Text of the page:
How to Measure Health (Medical Model vs Wellness Model)
Scientists use a variety of methods to measure health. Some count the number of children who die within 6 months of birth (infant mortality rate) while others count the number of individuals in a population in a particular health-related life situation (e.g. heart attack rate or diabetes).
Another measure of health is the Disability Adjusted Life Year (DALY), which is the number of years lost due to ill-health, disability or early death. It is used to compare the overall life and health expectancy of different countries.
Social & Physical Determinants of Health
Because health is affected by almost all aspects of a person’s life, assessing health status also include the social and economic determinants of health, as well as the physical determinant of health.
Examples of social determinants include:
Availability of resources to meet daily needs (e.g. safe housing and local food markets)
Access to educational, economic, and job opportunities
Access to health care services
Availability of community-based resources in support of community living and opportunities for recreational and leisure-time activities
Social norms and attitudes (e.g. discrimination, racism, and distrust of government)
Socioeconomic conditions (e.g. concentrated poverty and the stressful conditions that accompany it)
Access to mass media and emerging technologies (e.g. cell phones, the Internet, and social media)
Examples of physical determinants include:
Natural environment, such as green space (e.g. trees and grass) or weather (e.g. climate change)
Built environment, such as buildings, sidewalks, bike lanes, and roads
Worksites, schools, and recreational settings
Housing and community design
Exposure to toxic substances and other physical hazards
Physical barriers, especially for people with disabilities
When you feel well and healthy, your body system functions harmoniously. However, if one of the organs is not functioning properly, it may affect the functioning of the other organs, and you become sick. Hence, disease may be regarded as the disruption of physical and mental harmony of the whole person.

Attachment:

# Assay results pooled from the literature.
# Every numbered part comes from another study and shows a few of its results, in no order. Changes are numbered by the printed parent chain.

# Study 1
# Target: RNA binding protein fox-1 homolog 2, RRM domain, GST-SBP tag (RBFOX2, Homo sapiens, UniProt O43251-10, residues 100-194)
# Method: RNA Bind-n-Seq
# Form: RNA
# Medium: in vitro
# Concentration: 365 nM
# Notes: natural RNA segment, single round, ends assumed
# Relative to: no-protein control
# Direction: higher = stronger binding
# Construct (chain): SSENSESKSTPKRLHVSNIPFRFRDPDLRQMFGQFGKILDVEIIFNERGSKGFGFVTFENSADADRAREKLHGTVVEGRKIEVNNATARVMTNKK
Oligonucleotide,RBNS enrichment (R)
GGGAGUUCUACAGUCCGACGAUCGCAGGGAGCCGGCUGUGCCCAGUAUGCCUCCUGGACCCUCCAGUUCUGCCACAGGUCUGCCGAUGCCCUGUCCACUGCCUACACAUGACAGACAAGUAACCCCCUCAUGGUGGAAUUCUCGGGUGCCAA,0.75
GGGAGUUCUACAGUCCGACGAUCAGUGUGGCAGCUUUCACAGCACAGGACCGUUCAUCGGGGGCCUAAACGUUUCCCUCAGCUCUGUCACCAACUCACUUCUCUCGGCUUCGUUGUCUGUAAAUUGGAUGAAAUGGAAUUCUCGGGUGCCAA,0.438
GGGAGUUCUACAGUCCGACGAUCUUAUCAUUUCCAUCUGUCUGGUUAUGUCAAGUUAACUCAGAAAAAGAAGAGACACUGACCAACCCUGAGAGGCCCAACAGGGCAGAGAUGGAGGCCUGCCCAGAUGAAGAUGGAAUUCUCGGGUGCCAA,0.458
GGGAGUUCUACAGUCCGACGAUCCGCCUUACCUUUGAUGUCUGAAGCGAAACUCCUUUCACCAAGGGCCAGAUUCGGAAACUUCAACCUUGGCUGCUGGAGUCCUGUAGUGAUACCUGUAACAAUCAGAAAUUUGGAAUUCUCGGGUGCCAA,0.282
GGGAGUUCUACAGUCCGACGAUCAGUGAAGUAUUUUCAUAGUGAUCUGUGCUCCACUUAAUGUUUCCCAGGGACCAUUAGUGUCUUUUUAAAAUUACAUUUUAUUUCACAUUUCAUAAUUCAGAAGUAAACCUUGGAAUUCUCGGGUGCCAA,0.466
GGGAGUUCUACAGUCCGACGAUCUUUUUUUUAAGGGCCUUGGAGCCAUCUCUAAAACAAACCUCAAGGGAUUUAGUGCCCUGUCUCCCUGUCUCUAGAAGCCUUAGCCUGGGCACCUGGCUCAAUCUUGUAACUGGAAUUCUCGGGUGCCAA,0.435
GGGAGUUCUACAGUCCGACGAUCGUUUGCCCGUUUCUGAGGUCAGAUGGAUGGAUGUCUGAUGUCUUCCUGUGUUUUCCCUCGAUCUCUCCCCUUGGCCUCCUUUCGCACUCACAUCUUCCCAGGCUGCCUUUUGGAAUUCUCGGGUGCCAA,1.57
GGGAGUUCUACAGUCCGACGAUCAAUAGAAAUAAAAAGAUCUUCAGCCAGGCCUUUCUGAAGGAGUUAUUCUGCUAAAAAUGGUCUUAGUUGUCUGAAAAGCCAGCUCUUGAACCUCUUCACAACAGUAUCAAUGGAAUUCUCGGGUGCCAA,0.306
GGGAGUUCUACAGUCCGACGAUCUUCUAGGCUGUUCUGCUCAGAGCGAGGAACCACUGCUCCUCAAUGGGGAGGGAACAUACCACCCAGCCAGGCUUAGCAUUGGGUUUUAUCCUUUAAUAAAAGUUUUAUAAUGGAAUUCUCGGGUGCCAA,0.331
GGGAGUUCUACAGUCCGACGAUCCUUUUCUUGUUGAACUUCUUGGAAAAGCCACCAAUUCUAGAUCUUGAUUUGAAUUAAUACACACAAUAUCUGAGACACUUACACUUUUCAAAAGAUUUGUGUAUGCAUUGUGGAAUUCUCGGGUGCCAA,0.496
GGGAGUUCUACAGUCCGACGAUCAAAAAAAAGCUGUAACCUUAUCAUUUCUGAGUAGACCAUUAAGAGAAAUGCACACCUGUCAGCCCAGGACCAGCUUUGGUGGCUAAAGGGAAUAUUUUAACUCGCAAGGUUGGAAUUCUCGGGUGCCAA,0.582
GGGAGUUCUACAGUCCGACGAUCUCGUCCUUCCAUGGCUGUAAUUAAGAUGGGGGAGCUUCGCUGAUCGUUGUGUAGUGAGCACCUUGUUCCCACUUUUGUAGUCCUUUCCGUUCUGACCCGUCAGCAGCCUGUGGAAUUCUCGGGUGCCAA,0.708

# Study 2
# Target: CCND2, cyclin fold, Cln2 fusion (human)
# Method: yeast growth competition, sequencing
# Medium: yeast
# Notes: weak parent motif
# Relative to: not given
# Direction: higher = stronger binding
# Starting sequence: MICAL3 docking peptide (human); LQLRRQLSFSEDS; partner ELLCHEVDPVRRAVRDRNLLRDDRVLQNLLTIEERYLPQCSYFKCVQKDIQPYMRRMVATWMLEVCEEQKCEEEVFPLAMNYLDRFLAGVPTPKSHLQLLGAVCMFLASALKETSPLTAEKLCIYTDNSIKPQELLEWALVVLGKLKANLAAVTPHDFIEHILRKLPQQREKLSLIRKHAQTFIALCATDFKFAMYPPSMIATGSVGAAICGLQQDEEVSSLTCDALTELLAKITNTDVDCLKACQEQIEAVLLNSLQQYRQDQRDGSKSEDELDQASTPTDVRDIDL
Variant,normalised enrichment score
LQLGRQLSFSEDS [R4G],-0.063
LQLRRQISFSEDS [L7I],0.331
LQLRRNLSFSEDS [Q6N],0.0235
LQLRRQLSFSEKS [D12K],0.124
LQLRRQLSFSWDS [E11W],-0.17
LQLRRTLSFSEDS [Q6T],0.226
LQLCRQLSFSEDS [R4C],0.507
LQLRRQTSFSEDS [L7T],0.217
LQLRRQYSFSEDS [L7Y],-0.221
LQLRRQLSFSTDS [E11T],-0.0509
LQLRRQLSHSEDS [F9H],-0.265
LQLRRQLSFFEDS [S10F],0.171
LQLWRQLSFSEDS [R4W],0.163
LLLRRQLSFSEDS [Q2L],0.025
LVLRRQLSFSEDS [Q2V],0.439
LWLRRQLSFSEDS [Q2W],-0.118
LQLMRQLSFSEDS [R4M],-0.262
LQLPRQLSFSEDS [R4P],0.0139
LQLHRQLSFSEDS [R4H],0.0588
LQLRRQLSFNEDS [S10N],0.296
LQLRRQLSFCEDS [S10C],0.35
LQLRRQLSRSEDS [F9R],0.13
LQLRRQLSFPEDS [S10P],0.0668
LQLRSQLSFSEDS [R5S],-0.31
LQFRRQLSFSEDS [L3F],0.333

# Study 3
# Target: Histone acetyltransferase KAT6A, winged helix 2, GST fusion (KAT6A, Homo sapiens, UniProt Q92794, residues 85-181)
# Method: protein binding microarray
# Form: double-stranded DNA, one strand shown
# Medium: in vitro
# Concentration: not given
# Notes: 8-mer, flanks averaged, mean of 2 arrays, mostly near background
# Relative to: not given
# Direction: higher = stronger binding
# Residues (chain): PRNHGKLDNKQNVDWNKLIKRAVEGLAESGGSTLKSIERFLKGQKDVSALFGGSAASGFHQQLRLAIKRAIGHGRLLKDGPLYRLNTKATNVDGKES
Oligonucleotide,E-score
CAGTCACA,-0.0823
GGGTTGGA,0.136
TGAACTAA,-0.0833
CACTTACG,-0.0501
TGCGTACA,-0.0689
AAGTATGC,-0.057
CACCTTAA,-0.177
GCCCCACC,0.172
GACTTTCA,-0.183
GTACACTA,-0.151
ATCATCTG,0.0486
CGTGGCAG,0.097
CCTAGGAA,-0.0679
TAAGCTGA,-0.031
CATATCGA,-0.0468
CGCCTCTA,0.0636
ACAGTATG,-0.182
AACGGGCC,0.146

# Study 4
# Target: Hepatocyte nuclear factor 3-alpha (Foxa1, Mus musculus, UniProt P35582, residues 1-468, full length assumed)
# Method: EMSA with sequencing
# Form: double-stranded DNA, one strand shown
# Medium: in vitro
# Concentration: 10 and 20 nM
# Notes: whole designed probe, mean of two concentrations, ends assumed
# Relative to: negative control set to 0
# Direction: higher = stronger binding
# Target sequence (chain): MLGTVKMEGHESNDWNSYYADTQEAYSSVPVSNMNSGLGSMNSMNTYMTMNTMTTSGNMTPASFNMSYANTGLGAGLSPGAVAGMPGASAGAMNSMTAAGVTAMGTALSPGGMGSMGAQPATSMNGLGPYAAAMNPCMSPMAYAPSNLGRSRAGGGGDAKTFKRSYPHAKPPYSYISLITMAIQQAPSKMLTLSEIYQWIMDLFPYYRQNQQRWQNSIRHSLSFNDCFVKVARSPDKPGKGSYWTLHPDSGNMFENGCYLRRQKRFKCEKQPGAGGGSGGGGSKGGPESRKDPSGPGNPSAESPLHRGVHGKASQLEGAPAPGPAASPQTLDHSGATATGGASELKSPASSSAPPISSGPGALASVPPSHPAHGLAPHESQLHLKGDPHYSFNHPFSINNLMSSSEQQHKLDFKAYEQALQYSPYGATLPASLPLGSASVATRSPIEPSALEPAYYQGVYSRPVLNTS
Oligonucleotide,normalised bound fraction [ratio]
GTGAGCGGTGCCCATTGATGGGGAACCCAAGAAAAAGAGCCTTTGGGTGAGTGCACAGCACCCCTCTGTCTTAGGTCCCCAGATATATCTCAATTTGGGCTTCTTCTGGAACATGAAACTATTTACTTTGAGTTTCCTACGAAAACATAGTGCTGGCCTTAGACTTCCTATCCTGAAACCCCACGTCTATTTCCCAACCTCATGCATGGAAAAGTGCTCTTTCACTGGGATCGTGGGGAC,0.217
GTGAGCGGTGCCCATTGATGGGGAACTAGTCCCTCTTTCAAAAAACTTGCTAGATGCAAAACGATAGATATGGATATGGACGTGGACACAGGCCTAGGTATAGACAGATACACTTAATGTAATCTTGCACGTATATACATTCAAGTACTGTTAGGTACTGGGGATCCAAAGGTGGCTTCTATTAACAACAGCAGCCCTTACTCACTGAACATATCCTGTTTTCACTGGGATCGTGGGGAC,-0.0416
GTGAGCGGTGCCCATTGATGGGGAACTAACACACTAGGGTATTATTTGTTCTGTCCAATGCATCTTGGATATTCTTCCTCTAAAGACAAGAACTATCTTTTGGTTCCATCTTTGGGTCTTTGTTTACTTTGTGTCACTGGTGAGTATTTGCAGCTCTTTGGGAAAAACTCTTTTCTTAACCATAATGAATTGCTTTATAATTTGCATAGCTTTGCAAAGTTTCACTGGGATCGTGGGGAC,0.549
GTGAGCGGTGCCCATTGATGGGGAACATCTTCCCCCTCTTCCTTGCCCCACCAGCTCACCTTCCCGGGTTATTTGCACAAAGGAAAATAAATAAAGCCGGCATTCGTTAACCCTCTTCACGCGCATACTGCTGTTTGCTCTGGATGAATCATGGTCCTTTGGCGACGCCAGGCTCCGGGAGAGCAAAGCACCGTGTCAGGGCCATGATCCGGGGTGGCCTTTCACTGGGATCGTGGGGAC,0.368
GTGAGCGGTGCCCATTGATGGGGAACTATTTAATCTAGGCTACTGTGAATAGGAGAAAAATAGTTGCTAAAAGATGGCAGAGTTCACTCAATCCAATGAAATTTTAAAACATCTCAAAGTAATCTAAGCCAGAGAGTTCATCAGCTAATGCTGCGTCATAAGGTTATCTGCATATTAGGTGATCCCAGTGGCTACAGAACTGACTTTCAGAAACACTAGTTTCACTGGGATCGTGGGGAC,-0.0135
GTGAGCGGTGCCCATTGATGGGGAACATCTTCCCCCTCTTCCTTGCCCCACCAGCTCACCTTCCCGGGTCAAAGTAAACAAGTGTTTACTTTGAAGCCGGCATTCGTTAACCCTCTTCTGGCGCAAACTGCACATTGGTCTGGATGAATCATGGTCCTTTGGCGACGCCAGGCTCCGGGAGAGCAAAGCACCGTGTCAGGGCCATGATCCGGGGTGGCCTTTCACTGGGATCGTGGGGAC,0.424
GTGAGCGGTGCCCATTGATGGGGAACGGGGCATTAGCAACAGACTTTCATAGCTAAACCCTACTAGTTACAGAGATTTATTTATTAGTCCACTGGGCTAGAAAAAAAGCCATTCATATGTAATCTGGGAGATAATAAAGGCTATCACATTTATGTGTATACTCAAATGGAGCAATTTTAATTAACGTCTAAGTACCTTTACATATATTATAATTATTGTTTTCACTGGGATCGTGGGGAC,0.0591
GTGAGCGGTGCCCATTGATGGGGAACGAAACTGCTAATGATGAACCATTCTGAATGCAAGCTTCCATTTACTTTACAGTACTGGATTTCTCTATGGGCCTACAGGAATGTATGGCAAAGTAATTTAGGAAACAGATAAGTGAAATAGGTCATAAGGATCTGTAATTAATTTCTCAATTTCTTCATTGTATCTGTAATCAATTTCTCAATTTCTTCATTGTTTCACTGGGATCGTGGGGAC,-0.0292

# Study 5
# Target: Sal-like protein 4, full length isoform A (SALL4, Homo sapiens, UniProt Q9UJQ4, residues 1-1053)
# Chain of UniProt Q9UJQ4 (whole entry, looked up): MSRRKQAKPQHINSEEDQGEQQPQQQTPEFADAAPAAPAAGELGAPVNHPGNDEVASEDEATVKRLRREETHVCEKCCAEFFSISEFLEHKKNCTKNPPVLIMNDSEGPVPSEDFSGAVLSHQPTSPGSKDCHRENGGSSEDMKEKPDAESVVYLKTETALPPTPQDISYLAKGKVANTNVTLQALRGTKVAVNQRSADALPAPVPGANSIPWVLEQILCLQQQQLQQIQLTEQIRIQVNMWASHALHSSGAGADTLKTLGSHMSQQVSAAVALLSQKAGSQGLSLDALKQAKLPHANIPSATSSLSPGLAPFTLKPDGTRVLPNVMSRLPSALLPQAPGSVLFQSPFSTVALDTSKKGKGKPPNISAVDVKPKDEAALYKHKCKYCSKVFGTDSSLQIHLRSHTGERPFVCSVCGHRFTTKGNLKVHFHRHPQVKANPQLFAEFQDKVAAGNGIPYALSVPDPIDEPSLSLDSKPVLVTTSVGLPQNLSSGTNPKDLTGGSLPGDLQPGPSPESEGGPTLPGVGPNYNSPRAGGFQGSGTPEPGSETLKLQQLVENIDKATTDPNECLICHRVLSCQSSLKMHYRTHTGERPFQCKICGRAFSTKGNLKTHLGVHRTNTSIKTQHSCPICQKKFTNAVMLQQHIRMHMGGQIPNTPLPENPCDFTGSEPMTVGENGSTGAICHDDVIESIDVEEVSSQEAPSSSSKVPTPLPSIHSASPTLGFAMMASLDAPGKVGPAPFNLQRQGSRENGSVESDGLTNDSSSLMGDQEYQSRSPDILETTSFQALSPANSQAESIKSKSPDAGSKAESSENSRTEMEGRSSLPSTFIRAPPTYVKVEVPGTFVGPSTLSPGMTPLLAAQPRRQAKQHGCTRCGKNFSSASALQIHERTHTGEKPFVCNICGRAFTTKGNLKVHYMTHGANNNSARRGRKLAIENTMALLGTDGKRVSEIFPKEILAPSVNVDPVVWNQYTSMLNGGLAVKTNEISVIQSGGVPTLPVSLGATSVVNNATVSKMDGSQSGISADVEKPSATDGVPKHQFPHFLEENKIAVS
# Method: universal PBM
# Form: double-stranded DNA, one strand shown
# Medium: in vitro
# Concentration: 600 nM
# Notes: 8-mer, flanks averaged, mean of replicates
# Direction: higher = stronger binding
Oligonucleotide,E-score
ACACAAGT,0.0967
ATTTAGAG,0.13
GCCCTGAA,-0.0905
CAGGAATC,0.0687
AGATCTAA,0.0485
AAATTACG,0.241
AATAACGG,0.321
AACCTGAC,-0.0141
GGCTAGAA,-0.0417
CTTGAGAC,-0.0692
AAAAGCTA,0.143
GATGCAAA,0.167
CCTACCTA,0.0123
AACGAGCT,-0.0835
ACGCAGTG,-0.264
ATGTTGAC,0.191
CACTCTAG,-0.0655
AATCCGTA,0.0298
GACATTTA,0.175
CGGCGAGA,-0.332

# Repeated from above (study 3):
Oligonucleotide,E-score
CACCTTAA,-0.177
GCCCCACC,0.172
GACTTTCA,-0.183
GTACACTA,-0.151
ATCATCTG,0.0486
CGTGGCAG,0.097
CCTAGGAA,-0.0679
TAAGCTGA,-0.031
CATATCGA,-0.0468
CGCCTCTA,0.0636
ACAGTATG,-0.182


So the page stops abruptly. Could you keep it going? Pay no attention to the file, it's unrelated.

In traditional western science and medicine, mind-body harmony is considered in terms of homeostasis, the coordinated self-regulation among bodily processes that lead to optimum functioning and survival.
Likewise, the same holds true for Asian philosophies. Chi (Qi) is a universal energy which is to be distributed harmoniously throughout the mind-body to attain and maintain health. To achieve harmony of the mind-body, there is a balance of forces called Yin and Yang.
Yin forces follow the nature of earth and are dark, negative, quiet, receptive while Yang forces follow the nature of heaven and are light, positive, creative, full of movement. As you can see, Yin and Yang are opposite, yet complementary aspects of Qi which is present in everything, including our bodies.
Yin and Yang apply to both mental and physical processes. When in balance, a state of harmony exists, which leads to health and wellness. However, if unbalance and one force comes to predominate in a person, a state of disharmony is produced, which leads to disease.
Treatment of disease aims to bring back harmony of the mind-body by restoring the balance of yin and yang so health returns. Tai Chi and Qi Gong are 2 such exercises to help maintain health and harmony. Due to their slow-paced and calm nature, they are suitable for old people who are unable to do vigorous exercise, yet want to keep fit. Benefits include: lower blood pressure, increased circulation, and enhanced immune system functions.
Medical Model vs Wellness Model
Scientists and health educators have developed two main ways to define health: the medical model and the wellness, or holistic, model. Let’s find out what they are, and compare the differences between the two.
The Medical Model of Health
The medical model of health’s main tenet is that health is the absence of one or more of the “five Ds” – death, disease, discomfort, disability, and dissatisfaction. Therefore, if you are not sick, disabled, or mentally unstable, or otherwise miserable, you are considered healthy.
The medical model relies mainly on biological explanation of diseases and illness and is interpreted in terms of malfunction of organs, cells, and other biological systems such as osteoporosis, liver disease or heart disease.
You are unhealthy if the symptoms are measurable or observable. When sick, the restoration of health is accomplished by successfully treating the underlying cause of the disease. If unable to, then the goal is to alleviate the symptoms and relieve pain.